Morel Encore Mk II review

Despite solid appearances the Morel lacks the finesse and all-round ability to trouble the best Tested at £699.00

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Our Verdict

Despite solid appearances the Morel lacks the finesse and all-round ability to trouble the best

For

  • Smart and solid, versatile systems
  • satellites have decent detail
  • good, fast surround steering

Against

  • Integration between satellites and sub is poor
  • subwoofer lacks definition and agility
  • hard edge to treble

It may be the first time that this Morel package has appeared in our pages but – much like KEF – the company's surround sound systems are somewhat recognisable.

That moon-faced sub is certainly familiar, forming part of the Stream and Nova packages, but here it's accompanied by a fresh set of satellites.

The speakers in question are the SoundSpot SI-1MKIIs – SoundSpot speakers being Morel's ‘heart & soul', as the company's website happily explains.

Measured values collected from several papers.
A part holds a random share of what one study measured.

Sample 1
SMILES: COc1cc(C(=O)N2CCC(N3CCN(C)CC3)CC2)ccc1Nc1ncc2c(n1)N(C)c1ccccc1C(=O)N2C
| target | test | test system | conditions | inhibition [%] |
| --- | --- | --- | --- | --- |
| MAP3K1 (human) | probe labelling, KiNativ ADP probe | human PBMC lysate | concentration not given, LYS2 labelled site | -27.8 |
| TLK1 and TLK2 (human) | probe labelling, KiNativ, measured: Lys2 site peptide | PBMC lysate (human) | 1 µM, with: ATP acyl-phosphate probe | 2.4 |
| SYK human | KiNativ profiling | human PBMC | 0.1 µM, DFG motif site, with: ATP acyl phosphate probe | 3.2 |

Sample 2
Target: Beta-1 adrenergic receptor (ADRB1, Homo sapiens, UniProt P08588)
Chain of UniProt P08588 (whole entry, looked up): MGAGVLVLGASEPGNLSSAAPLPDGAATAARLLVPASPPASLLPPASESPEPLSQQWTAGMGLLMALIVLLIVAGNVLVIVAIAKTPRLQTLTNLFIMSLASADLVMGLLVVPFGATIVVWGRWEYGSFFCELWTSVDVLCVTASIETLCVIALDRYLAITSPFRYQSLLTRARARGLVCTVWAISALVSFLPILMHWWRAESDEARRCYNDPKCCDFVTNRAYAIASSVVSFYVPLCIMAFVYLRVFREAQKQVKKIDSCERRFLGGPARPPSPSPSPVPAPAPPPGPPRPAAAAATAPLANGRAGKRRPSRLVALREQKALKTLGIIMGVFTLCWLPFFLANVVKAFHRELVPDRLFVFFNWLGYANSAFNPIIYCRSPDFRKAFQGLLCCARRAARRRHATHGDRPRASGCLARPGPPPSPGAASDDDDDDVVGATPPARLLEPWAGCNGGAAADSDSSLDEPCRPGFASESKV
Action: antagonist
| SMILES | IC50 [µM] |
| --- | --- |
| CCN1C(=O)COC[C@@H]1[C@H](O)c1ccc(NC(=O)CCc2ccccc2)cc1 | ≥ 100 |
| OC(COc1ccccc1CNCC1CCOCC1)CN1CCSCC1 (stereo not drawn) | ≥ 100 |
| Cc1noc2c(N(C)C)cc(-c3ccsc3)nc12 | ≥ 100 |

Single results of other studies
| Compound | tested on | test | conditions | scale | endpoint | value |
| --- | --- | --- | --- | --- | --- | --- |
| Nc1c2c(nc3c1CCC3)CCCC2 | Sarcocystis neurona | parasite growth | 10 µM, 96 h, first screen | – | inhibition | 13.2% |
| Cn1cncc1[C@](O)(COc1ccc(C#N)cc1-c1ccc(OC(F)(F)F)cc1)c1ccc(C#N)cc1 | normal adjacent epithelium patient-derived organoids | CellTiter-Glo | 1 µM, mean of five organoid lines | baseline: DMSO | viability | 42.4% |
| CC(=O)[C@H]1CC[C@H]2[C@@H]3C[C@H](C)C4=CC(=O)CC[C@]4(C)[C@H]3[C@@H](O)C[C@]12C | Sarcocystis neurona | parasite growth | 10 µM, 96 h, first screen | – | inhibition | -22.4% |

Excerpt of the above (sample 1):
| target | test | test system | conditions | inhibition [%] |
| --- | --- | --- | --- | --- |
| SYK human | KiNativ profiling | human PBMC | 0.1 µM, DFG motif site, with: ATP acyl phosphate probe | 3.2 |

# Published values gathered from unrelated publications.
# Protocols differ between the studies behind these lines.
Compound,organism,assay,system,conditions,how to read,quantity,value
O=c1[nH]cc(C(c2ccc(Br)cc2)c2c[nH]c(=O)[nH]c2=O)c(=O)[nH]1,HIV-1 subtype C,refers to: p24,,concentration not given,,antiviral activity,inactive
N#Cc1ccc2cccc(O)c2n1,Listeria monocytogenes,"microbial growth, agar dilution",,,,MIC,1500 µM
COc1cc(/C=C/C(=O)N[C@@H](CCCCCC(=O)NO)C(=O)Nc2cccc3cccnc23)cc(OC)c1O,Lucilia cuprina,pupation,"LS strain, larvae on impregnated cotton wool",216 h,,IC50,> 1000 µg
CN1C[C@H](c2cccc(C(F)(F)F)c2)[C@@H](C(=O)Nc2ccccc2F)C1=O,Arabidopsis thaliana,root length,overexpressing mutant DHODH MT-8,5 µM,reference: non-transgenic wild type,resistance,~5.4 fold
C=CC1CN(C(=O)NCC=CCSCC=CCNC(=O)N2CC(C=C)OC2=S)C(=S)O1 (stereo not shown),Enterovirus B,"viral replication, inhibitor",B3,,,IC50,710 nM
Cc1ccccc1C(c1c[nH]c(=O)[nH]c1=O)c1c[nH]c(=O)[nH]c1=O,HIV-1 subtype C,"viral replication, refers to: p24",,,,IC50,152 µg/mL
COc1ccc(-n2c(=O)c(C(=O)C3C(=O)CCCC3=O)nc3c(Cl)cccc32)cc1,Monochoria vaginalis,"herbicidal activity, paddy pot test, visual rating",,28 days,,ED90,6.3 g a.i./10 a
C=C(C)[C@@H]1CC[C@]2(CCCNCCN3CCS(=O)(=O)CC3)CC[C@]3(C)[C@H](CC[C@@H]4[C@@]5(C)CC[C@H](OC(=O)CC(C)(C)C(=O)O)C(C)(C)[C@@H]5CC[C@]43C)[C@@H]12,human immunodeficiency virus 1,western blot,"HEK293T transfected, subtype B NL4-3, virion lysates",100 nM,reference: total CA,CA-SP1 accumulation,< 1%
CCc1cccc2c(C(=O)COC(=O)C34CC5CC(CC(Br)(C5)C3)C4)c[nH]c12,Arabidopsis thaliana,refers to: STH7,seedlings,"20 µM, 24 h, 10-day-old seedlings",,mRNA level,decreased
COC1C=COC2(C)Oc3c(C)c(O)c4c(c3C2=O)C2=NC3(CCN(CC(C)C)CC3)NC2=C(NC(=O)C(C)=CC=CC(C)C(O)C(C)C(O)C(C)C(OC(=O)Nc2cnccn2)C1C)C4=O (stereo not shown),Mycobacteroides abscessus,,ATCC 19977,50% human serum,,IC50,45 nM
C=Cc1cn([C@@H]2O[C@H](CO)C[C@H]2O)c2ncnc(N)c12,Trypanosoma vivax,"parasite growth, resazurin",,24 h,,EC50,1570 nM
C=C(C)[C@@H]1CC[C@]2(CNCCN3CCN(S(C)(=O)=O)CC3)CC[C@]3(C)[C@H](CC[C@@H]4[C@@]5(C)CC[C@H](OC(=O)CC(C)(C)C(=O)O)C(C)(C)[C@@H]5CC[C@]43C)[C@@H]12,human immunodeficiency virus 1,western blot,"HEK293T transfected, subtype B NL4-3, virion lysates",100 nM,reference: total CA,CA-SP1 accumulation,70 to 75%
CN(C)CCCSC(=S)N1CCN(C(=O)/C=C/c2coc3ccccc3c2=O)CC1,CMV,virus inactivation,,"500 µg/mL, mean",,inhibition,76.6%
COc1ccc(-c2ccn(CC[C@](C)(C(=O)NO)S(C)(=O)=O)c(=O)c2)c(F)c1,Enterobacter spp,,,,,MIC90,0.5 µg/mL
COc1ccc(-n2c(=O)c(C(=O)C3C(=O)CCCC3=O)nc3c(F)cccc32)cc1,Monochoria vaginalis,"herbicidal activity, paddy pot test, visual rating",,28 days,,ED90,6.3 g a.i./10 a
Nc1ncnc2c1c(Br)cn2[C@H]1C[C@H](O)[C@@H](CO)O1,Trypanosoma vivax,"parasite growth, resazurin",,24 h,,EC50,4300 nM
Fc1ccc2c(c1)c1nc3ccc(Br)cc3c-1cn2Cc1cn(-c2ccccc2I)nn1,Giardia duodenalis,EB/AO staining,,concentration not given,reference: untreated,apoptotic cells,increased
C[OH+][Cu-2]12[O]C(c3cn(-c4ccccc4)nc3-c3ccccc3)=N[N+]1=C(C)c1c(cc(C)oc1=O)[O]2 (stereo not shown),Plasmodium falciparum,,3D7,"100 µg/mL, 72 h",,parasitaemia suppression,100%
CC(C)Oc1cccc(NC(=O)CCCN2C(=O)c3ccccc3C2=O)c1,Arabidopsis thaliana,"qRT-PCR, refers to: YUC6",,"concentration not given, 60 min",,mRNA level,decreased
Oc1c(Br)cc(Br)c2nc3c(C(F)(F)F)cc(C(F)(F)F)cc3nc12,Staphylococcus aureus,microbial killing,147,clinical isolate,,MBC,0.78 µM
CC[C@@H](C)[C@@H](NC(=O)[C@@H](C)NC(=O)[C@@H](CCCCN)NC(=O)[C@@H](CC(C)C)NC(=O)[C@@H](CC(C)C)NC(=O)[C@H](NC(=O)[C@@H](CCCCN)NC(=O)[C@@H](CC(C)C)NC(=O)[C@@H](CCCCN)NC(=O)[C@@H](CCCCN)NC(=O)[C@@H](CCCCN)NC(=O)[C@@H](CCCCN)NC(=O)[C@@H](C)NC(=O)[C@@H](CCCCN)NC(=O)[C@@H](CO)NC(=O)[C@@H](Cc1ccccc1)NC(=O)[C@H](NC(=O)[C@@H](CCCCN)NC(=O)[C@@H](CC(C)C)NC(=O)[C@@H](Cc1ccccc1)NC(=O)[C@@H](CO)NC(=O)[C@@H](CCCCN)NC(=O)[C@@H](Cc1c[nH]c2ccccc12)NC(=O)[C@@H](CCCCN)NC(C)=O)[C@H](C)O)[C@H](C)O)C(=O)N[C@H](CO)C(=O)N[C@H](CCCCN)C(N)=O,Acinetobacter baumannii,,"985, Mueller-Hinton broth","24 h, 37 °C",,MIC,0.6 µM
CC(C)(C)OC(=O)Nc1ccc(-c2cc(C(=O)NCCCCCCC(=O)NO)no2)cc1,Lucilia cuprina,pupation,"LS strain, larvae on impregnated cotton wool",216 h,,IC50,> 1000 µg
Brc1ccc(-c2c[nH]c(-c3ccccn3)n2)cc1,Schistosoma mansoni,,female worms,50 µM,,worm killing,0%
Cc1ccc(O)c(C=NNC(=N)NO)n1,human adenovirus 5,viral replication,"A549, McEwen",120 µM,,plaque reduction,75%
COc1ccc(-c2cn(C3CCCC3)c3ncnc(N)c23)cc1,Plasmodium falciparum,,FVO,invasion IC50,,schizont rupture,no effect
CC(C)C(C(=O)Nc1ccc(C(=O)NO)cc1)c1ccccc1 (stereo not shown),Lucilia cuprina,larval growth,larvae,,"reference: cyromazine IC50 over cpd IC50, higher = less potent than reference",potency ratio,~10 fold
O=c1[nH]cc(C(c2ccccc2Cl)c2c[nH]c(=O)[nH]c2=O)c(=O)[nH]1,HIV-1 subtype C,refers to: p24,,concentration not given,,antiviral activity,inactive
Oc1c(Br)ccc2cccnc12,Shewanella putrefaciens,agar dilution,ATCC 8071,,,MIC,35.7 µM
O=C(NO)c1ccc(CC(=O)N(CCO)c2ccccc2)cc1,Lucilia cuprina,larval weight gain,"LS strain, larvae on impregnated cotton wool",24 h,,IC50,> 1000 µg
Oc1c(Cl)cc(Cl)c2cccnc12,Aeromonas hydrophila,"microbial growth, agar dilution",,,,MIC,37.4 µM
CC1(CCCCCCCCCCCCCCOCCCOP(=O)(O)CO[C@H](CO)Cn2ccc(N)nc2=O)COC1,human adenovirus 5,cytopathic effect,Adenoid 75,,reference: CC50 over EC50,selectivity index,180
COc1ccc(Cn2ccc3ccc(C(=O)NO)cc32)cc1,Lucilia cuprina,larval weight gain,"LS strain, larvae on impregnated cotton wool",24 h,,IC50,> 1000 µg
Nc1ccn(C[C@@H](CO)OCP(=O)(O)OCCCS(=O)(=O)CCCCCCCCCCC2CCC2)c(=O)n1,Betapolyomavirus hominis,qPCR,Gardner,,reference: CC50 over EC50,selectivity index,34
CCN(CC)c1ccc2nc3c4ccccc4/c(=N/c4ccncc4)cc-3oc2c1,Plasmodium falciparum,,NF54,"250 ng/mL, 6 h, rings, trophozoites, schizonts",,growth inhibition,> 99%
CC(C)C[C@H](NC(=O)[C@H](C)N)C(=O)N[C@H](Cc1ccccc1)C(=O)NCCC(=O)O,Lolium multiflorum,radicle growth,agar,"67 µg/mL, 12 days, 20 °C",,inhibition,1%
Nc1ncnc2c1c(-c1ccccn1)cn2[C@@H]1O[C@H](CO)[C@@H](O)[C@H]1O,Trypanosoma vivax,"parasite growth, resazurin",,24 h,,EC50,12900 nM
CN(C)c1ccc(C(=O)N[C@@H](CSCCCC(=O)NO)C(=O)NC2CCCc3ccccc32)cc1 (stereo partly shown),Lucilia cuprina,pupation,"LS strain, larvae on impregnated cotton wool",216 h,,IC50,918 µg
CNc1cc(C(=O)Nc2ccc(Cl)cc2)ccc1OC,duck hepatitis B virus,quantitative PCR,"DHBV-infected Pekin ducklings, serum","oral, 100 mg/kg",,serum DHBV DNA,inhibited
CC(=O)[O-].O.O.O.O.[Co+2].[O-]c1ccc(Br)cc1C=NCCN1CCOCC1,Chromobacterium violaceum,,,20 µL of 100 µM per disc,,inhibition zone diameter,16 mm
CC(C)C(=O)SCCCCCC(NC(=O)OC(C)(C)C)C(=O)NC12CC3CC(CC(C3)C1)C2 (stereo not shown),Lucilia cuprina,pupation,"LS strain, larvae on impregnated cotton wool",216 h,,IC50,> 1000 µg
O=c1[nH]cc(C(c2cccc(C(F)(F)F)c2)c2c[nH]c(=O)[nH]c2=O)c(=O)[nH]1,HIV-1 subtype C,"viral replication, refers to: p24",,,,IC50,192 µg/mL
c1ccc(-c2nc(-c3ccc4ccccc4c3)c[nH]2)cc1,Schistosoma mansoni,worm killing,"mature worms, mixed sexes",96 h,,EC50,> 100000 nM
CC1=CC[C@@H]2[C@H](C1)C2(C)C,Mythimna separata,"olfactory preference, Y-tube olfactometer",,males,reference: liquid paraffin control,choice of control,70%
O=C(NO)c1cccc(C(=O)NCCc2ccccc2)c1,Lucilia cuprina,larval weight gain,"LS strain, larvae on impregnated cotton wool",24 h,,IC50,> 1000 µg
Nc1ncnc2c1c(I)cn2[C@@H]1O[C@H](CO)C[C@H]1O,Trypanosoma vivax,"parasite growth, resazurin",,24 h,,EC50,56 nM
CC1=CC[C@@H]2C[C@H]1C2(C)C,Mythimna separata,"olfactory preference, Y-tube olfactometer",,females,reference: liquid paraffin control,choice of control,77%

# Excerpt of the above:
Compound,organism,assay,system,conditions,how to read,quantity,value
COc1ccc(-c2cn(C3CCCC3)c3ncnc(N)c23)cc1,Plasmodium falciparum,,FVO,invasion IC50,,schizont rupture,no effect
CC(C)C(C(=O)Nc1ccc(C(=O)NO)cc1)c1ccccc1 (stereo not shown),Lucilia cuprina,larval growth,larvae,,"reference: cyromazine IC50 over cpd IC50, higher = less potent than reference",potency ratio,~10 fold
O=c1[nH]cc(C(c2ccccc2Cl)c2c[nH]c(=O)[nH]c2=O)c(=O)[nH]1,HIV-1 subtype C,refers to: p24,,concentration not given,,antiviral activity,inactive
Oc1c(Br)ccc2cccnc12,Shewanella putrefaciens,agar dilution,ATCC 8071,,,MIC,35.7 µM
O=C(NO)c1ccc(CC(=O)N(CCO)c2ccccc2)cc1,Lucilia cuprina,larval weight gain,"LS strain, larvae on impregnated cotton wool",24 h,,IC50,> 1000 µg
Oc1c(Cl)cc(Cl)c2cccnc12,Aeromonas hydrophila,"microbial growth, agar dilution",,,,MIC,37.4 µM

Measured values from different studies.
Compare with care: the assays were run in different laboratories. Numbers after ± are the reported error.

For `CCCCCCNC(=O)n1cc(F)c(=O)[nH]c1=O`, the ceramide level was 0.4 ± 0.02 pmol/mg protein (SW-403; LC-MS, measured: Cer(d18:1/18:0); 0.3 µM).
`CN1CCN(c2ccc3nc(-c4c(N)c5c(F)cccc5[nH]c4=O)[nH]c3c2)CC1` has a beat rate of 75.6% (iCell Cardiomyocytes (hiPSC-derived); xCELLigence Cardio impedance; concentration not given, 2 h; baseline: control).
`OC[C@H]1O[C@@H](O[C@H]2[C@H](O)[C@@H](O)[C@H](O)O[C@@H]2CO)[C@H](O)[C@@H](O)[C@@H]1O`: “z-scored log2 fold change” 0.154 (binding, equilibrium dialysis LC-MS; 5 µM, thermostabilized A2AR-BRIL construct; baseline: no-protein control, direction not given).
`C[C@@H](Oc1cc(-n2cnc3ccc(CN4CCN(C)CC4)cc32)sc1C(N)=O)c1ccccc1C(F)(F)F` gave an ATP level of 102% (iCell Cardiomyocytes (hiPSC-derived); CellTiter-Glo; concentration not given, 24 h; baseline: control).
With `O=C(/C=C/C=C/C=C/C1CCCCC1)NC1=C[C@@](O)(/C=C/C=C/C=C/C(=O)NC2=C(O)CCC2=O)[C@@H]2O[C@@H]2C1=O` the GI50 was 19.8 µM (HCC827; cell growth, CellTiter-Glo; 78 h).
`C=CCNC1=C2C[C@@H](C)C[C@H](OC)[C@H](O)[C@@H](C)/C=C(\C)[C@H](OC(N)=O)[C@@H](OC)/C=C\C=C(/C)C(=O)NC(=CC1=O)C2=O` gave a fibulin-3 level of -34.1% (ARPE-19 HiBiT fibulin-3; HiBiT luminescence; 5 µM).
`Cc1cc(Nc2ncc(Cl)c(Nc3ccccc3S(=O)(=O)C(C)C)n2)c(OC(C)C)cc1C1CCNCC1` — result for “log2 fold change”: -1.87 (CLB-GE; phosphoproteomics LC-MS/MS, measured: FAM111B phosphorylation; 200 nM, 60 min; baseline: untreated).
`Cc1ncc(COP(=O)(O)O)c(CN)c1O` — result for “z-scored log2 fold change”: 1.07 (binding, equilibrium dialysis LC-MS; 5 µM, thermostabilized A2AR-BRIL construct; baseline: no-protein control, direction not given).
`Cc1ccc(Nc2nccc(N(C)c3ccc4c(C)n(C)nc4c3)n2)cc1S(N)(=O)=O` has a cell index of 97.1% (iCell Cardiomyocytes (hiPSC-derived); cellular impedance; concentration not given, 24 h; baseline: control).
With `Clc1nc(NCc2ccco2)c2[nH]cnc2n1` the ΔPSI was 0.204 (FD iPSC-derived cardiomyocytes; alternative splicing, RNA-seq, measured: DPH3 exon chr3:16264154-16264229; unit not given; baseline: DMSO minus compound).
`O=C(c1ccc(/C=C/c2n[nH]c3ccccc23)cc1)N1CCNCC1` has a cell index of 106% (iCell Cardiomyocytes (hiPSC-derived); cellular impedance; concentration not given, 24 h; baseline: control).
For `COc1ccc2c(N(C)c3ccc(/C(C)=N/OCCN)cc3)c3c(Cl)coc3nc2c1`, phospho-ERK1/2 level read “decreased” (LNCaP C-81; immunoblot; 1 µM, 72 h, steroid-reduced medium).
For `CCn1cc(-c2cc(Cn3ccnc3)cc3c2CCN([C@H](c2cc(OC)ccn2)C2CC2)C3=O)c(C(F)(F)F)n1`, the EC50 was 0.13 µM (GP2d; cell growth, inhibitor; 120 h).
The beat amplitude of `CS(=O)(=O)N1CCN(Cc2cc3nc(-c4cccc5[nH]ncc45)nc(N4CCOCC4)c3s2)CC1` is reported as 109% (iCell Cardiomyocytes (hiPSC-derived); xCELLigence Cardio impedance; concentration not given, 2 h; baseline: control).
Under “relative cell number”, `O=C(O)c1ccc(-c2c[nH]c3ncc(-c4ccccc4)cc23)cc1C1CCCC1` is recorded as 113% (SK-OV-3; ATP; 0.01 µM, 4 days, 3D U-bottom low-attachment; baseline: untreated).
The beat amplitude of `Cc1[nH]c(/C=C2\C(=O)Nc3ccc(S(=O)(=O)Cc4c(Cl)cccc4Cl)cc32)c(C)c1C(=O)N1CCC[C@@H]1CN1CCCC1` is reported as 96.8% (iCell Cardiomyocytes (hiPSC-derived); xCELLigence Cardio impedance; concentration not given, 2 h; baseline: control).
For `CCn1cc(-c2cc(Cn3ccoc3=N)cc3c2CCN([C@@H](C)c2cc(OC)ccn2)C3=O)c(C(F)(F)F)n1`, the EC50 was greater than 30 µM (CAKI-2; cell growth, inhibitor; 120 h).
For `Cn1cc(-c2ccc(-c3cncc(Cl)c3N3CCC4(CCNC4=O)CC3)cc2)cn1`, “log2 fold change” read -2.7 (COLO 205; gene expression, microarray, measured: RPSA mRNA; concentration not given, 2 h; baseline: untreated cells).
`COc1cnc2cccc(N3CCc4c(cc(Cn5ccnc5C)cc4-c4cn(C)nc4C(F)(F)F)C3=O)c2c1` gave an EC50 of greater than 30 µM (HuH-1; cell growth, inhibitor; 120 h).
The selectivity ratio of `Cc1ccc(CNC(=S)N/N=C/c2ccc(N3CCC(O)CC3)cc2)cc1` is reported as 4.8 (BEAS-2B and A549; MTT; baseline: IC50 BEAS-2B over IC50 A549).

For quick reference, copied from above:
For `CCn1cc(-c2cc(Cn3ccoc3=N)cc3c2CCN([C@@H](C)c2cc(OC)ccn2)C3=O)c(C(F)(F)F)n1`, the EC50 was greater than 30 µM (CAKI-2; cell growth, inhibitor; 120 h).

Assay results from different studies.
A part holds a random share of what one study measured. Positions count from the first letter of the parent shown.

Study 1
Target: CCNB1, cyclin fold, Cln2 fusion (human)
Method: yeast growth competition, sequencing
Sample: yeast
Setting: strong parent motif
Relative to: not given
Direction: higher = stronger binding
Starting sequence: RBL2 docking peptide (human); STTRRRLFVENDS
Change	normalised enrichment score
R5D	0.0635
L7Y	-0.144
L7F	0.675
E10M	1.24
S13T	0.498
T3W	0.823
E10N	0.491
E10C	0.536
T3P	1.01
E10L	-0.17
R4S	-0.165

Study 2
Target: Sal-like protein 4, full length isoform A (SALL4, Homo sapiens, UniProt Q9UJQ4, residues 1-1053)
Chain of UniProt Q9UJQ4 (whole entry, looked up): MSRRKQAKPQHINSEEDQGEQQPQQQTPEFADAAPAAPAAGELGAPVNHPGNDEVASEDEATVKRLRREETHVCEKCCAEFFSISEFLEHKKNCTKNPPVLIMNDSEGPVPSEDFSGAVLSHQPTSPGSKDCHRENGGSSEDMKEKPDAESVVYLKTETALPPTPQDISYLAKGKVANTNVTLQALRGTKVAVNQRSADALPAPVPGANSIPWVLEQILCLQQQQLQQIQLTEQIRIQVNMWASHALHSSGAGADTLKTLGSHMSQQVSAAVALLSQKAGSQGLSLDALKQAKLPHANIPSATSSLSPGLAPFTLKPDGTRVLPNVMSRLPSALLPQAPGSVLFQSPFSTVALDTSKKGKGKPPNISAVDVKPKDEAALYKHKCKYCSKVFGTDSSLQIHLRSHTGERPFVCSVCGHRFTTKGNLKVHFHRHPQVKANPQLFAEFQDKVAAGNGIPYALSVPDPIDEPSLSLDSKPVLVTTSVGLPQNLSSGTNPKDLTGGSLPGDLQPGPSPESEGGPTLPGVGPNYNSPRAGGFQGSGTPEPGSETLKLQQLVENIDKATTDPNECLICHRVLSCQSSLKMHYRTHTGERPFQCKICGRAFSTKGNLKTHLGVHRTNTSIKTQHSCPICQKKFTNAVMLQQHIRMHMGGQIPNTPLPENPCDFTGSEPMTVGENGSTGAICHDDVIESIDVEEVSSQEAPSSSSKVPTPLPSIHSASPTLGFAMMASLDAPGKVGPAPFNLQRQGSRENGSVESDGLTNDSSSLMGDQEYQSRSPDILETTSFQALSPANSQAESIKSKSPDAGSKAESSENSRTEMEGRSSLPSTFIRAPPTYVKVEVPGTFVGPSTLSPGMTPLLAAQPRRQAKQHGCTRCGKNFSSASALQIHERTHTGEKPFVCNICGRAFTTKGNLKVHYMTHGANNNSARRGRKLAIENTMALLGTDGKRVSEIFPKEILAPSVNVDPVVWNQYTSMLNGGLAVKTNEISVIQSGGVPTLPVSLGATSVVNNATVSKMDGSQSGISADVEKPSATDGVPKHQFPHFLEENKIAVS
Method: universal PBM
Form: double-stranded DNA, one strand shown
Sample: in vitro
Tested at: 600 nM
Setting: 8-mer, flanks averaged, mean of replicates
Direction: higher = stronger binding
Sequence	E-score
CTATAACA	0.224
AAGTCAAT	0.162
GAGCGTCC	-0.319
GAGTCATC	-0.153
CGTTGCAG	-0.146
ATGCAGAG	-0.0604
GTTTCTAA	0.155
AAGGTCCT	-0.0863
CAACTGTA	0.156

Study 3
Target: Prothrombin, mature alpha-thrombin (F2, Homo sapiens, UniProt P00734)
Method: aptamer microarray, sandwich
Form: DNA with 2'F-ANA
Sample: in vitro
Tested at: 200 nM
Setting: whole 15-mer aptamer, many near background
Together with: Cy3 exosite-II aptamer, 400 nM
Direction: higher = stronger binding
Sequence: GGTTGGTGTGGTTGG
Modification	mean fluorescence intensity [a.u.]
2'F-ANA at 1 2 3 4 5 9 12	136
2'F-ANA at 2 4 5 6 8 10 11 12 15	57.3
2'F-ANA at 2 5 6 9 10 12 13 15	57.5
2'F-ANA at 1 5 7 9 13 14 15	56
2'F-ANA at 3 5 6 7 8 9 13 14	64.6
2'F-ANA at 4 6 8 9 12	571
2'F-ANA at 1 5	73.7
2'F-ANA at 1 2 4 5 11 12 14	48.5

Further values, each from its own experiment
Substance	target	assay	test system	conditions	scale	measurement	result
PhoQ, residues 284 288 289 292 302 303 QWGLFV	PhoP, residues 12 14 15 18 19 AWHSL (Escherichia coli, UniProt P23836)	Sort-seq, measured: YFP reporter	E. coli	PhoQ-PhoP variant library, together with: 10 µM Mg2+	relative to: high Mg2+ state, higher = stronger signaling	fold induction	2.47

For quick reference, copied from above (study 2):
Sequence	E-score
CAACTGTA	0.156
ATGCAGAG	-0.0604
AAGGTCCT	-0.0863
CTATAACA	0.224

The metal satellites are well-made and each has a base plate which allows the speaker 180-degree rotation on a shelf, wall or ceiling, so you can get the angle of direction just right. Available in white, black or silver finishes, the speakers are very smart on the eye.

In action, the Morel system is a lively listen. Enjoying the fast-paced drama of Street Kings on Blu-ray, the Encore Mk II keeps us on the edge of our seats, though it's fair to say our teeth are on edge at times, too. While we can't fault the excitement, that top-end treble toughens up on occasion.

Sub-standard bass lets the side down
Elsewhere, while the satellites prove pleasant enough, steering sound around the room with sufficient agility and uncovering plenty of detail, the subwoofer is the odd one out at this party.

Not only does the sub struggle to truly integrate, sounding detached from the rest of the action, but the quality of bottom-end notes leaves plenty to be desired, lacking agility and precision.

Tim Burton's superbly creepy Corpse Bride is given plenty of space to breathe, with the centre channel carrying dialogue with sufficient clarity, if being a little top-heavy, and music has plenty of the required vim and vigour.

But again, the satellites seem disparate to the sub's advances, the two competing at either ends of the tonal spectrum.

Listening to music proves a similarly mixed bag, with the satellites proving sprightly but not bearing up too well to tougher listens, such as the The White Stripes' Elephant.

The Encore Mk II speakers are far from disgraced in this company, but in simple sonic terms they're just not quite a high-enough overall standard.